The employee=s attorney testified the employee contacted him in April 1995 because of issues involving the employee=s medical care and treatment. The employer and insurer denied liability for the employee=s trigger finger syndrome, and disputes had arisen with respect to treatment for her neck, left shoulder and hand/wrist conditions. These disputes continued from the time the employee signed the retainer with Mr. Gallagher through February 13, 1997 when the NOID was filed. That no formal pleadings were filed between May 1, 1995 and January 1997, does not abrogate the fact that there were genuine disputes with respect to the nature and extent of the employee=s work-related injuries and appropriate medical care. While these disputes were resolved amicably, it is clear the employee=s attorney facilitated the resolution of these medical issues through negotiation and intervention to obtain appropriate medical referrals for the employee. Compare, e.g., Weisser v. Country Club Mkts., 397 N.W.2d 891, 39 W.C.D. 282 (Minn. 1987). The disagreements between the parties regarding the employee=s trigger finger syndrome and appropriate ongoing medical treatment ultimately resulted in the filing, by the employer and insurer, of the February 13, 1997 NOID and March 22, 1997 Medical Request. The compensation judge properly awarded Roraff fees to the employee=s attorney for his services between May 1, 1995 and February 13, 1997.
The employer and insurer further assert the employee=s attorney=s practice of using a default minimum of .25 hour per activity does not accurately reflect the time spent by the employee=s attorney and results in an inflated fee. They contend the judge should have disallowed all .25 hour entries and when computed in this manner, the contingency fee reasonably compensates the attorney for his representation of the employee.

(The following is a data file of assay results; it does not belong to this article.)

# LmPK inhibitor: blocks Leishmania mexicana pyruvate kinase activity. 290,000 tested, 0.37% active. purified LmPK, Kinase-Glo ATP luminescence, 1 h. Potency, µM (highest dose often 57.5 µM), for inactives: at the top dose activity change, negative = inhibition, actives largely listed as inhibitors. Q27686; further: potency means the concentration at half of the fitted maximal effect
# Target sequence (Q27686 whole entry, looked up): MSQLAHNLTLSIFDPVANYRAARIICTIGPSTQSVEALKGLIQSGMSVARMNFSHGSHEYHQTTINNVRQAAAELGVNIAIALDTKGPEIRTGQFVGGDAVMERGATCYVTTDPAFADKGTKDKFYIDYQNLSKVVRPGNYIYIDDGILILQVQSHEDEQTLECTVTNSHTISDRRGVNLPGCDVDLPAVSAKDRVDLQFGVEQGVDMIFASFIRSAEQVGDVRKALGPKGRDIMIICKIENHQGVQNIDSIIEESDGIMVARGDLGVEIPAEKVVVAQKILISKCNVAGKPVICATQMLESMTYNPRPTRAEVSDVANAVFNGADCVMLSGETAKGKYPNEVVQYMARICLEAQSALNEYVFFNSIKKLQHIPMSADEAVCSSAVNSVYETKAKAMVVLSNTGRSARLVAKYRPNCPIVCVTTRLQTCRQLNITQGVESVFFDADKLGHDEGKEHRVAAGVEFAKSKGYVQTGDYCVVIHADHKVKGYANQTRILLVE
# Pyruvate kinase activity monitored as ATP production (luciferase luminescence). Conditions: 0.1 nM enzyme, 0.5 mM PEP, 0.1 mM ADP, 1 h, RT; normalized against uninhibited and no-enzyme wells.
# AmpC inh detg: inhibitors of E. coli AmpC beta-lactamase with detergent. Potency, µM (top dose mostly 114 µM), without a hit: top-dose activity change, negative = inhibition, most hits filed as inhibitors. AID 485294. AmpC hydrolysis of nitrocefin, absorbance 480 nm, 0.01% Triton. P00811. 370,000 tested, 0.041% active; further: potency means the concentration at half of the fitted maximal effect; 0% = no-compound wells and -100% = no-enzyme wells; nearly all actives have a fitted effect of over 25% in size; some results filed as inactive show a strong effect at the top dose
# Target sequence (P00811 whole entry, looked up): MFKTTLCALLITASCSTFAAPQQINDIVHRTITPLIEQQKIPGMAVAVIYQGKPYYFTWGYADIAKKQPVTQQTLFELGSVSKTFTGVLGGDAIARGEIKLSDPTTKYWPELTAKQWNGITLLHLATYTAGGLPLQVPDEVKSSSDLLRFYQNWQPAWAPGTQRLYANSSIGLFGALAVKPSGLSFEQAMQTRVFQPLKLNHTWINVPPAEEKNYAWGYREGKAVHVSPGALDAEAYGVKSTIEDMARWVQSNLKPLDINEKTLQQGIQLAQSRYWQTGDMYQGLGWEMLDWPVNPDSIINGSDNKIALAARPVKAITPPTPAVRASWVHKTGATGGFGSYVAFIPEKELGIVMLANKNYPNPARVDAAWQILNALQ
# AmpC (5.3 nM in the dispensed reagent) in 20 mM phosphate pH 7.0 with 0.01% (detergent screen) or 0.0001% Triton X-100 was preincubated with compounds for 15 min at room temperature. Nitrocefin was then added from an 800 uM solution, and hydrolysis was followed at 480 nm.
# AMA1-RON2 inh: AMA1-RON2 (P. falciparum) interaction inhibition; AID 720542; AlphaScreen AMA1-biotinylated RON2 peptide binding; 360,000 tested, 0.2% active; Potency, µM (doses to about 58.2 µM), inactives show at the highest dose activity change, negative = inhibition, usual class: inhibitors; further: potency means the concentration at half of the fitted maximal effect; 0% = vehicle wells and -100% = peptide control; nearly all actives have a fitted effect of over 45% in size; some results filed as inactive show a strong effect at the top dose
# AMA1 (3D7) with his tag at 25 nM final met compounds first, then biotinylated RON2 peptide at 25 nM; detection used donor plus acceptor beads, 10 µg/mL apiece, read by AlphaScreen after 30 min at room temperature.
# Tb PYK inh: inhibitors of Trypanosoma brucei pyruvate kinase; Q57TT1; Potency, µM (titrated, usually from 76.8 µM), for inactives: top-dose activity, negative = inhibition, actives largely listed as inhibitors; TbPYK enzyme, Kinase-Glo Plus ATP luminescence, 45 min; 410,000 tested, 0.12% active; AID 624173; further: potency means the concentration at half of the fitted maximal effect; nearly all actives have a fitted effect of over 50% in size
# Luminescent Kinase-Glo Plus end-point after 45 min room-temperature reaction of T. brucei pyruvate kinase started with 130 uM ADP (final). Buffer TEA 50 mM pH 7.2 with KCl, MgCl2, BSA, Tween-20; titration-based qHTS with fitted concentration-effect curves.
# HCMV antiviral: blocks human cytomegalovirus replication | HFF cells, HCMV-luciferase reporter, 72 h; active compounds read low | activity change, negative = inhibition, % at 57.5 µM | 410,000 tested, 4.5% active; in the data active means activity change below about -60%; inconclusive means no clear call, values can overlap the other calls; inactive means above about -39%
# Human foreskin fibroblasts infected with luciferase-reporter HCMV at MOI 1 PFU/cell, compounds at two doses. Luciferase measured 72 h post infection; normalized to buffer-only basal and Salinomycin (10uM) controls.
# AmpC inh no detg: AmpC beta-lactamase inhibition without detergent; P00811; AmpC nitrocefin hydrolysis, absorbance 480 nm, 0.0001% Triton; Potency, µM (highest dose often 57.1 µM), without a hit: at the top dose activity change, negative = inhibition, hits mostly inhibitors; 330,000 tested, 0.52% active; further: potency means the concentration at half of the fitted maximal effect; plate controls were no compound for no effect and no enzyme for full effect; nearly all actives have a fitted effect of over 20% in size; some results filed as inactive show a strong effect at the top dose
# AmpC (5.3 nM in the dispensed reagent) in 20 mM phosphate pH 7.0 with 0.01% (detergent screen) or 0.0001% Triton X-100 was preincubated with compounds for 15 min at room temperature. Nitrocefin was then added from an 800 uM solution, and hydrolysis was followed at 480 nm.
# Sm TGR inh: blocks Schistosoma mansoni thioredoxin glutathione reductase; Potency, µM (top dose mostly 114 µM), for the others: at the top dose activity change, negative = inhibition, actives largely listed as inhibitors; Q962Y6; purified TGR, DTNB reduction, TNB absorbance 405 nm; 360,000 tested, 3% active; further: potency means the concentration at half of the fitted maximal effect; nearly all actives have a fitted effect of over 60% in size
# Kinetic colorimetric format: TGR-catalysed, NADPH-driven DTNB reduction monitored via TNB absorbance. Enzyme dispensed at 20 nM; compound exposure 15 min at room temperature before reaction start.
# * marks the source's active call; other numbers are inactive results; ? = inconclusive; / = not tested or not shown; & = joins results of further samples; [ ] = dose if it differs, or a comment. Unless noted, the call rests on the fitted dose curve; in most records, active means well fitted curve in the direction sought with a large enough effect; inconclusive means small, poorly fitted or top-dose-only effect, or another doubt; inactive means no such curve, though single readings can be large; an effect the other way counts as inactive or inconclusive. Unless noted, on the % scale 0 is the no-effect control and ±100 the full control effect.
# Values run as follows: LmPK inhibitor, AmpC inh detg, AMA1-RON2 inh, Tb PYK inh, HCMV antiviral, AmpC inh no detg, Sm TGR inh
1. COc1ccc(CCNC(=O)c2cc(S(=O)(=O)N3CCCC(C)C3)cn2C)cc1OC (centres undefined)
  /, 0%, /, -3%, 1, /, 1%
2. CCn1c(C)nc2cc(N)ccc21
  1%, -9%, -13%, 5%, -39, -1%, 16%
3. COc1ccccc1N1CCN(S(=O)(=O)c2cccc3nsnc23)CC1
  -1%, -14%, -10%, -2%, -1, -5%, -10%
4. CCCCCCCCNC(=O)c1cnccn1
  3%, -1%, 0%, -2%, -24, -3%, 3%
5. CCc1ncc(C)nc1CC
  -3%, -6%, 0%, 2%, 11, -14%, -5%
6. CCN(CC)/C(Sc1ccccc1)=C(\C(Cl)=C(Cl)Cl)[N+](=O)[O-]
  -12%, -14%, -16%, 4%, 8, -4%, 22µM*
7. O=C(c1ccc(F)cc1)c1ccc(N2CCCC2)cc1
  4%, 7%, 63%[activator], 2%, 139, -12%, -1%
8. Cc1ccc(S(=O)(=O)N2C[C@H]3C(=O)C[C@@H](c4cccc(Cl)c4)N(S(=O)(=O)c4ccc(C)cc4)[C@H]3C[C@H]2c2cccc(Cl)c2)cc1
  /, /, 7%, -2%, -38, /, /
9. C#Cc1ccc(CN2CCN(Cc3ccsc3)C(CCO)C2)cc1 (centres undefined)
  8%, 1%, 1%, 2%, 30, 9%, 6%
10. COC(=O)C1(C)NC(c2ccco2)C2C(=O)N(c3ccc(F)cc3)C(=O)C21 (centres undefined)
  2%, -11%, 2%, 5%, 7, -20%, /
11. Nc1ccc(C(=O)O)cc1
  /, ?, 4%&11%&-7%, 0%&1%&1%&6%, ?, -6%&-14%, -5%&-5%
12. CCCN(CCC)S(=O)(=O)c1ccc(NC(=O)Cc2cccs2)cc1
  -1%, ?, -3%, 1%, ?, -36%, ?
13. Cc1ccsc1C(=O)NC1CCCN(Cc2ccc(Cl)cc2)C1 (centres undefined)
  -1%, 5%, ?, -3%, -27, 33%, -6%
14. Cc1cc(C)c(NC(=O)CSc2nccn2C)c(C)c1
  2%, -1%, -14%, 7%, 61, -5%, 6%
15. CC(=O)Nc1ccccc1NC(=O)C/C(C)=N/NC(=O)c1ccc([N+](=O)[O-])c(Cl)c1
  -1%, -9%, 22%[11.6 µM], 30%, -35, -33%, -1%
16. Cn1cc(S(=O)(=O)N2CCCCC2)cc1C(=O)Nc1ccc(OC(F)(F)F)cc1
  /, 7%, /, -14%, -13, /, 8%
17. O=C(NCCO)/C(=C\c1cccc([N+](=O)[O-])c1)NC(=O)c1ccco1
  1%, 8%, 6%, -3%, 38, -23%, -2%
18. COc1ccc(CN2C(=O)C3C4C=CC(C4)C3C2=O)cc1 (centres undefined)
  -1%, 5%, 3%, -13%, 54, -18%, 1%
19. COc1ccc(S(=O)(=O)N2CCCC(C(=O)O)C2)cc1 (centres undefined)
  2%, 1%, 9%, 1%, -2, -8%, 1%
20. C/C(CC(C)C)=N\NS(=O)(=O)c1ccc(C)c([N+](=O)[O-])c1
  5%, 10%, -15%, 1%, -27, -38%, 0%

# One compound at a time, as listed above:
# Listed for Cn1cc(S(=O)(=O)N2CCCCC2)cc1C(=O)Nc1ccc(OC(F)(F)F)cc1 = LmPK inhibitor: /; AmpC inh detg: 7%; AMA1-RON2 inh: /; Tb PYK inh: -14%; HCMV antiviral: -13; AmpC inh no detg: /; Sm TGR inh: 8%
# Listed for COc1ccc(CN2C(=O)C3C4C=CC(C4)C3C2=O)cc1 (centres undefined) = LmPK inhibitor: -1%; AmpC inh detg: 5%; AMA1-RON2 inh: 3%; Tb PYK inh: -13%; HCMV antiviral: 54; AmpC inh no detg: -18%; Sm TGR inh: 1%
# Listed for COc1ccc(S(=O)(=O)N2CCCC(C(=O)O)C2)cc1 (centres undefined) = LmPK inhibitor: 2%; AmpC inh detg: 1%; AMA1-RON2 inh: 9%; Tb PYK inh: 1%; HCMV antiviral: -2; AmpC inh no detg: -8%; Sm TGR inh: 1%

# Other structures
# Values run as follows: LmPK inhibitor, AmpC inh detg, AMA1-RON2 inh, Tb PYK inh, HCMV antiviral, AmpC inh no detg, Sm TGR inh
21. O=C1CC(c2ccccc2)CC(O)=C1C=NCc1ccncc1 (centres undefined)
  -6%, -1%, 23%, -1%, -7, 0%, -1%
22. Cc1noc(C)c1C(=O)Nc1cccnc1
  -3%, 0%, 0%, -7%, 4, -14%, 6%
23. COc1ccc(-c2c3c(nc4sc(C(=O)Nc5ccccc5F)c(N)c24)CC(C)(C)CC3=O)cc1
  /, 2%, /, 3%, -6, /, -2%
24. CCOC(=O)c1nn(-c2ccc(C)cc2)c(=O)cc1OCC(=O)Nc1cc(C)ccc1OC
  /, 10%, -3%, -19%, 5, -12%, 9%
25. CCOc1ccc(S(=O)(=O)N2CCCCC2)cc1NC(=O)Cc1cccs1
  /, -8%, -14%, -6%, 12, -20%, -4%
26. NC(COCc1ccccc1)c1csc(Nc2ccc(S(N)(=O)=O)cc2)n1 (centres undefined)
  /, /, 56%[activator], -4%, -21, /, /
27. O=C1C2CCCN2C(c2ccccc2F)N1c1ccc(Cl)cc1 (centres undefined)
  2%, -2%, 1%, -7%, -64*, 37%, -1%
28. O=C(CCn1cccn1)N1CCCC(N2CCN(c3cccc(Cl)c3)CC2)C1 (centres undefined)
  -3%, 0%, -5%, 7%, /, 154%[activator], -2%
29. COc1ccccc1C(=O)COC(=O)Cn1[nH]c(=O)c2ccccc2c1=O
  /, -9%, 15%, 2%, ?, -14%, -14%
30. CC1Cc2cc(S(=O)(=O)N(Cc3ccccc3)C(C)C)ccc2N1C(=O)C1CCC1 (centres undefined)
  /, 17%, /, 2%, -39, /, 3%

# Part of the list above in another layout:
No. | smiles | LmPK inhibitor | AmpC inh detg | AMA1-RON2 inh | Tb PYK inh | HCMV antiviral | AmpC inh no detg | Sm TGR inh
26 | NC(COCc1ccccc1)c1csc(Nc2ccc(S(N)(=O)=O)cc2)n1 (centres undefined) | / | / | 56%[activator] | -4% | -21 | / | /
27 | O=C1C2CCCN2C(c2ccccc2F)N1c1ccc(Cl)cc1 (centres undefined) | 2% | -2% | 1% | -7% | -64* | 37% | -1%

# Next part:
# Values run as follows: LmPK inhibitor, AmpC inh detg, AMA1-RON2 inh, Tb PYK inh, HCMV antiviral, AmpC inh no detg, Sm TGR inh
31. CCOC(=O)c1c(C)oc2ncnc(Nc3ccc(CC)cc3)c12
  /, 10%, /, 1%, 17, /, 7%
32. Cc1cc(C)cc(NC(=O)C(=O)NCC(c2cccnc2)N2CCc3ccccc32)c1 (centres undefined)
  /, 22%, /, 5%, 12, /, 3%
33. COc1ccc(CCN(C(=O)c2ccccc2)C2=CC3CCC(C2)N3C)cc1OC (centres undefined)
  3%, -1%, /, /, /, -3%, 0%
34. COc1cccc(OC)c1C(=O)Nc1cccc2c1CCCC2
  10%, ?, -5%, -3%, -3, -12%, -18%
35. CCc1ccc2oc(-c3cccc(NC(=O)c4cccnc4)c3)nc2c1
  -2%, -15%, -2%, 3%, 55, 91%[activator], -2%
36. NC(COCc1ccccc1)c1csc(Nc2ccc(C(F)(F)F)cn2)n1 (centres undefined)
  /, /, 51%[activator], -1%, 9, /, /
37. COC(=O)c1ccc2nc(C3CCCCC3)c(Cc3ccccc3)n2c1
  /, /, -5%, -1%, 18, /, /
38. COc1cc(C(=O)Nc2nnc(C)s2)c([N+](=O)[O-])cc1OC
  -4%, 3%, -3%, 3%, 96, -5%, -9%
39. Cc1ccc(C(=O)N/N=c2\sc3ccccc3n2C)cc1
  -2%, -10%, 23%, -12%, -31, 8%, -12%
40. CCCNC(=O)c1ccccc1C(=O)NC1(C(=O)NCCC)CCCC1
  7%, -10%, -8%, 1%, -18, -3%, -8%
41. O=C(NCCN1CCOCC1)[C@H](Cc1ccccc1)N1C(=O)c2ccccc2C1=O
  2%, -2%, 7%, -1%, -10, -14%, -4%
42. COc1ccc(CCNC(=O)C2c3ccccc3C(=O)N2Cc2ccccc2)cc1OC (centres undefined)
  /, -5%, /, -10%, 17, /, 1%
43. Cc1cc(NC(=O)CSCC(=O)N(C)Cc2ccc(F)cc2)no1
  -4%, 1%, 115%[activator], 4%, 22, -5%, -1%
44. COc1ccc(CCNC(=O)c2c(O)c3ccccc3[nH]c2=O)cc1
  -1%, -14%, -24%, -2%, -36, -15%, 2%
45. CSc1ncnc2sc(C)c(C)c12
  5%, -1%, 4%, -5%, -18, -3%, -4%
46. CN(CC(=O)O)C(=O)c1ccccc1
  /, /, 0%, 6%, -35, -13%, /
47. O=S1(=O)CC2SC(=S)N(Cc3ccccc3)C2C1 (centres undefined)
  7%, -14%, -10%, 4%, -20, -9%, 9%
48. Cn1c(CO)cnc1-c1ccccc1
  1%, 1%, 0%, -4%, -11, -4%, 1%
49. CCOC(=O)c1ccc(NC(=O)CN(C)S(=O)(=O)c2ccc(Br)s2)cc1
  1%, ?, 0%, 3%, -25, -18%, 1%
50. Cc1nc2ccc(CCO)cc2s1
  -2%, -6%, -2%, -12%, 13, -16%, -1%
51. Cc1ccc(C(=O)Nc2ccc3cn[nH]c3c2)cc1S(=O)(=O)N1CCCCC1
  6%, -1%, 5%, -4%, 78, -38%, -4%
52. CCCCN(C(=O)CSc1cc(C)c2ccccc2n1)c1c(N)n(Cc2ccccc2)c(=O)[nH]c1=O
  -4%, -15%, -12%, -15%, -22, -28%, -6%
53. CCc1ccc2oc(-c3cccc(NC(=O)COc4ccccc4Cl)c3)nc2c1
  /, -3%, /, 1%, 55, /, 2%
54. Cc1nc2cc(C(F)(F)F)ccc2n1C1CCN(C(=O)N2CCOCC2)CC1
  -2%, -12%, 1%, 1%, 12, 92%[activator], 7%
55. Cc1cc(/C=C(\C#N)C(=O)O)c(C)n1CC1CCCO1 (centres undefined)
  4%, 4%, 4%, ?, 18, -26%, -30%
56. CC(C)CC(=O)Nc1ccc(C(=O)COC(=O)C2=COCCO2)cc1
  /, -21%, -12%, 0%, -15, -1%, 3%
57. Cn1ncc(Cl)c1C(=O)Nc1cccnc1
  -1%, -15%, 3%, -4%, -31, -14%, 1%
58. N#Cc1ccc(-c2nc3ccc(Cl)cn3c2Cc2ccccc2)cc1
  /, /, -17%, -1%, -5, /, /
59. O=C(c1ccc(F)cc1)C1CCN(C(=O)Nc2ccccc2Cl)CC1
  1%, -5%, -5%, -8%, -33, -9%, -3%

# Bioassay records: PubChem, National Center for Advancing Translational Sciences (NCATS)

The compensation judge accepted the employee=s attorney=s testimony that the fee statement, if anything, understates the time spent. The attorney explained, for example, the .25 hour entered for returning a phone call and leaving a message would include time for taking the call or message, obtaining and familiarizing himself with the file, making the call and leaving an appropriate return message. He observed that in some cases the .25 hour may be generous but in others it is not enough. The attorney further testified that not every activity was documented, and there were some activities which appear in the action notes that simply never got entered in the fee statement and were not billed. The compensation judge found Mr. Gallagher=s testimony credible. As a general rule, this court may not disturb a finding based on the compensation judge=s assessment of credibility. See Even v. Kraft, Inc., 445 N.W.2d 831, 42 W.C.D. 220 (Minn. 1989).
The compensation judge clearly reviewed the documentation submitted by the employee=s attorney, and properly considered the attorney=s fee claim in view of the factors set forth in Minn. Stat. ' 176.081, subd. 5(d). A reasonable mind could award Roraff fees in the amount determined by the compensation judge. Because the award is not clearly erroneous, we must affirm. Minn. Stat. ' 176.421, subd. 1(3).
Minn. Stat. ' 176.081, subd. 7 Fees
The employer and insurer also appeal from the compensation judge=s award of partial reimbursement of fees pursuant to Minn. Stat. ' 176.081, subd. 7, Aupon the entire amount of attorney=s fees awarded.@ (Order 3.) Subdivision 7 fees are intended to Areimburse an injured employee for a portion of [her] attorney=s fees.@ Mack v. City of Minneapolis, 333 N.W.2d 744, 747, 35 W.C.D. 875, 879 (Minn. 1983). Roraff fees are payable by the employer and insurer. Unlike contingency fees, nothing is withheld from the employee=s benefits. Thus, subdivision 7 is not applicable to Roraff fee awards. Salahud-Din v. Compassionate Care Group, slip op. (W.C.C.A. Dec. 16, 1997); Sailes v. Ford Motor Co., slip op. (W.C.C.A. Nov. 18, 1992); see Irwin v. Surdyk=s Liquor, slip op. (Dec. 21, 1998). The compensation judge=s award of Minn. Stat. ' 176.081, subd. 7 fees computed on the Roraff fees awarded was improper and is, accordingly, reversed.
 Roraff v. State, Dep=t of Transp., 288 N.W.2d 15, 32 W.C.D. 297 (Minn. 1980).
 Gillette v. Harold, Inc., 257 Minn. 313, 101 N.W.2d 200, 21 W.C.D. 105 (1960).
 Heaton v. J.E. Fryer & Co., 36 W.C.D. 316 (W.C.C.A. 1983).
 The parties stipulated the dispute before the compensation judge was limited to fees for the period from May 1, 1995 through September 17, 1997.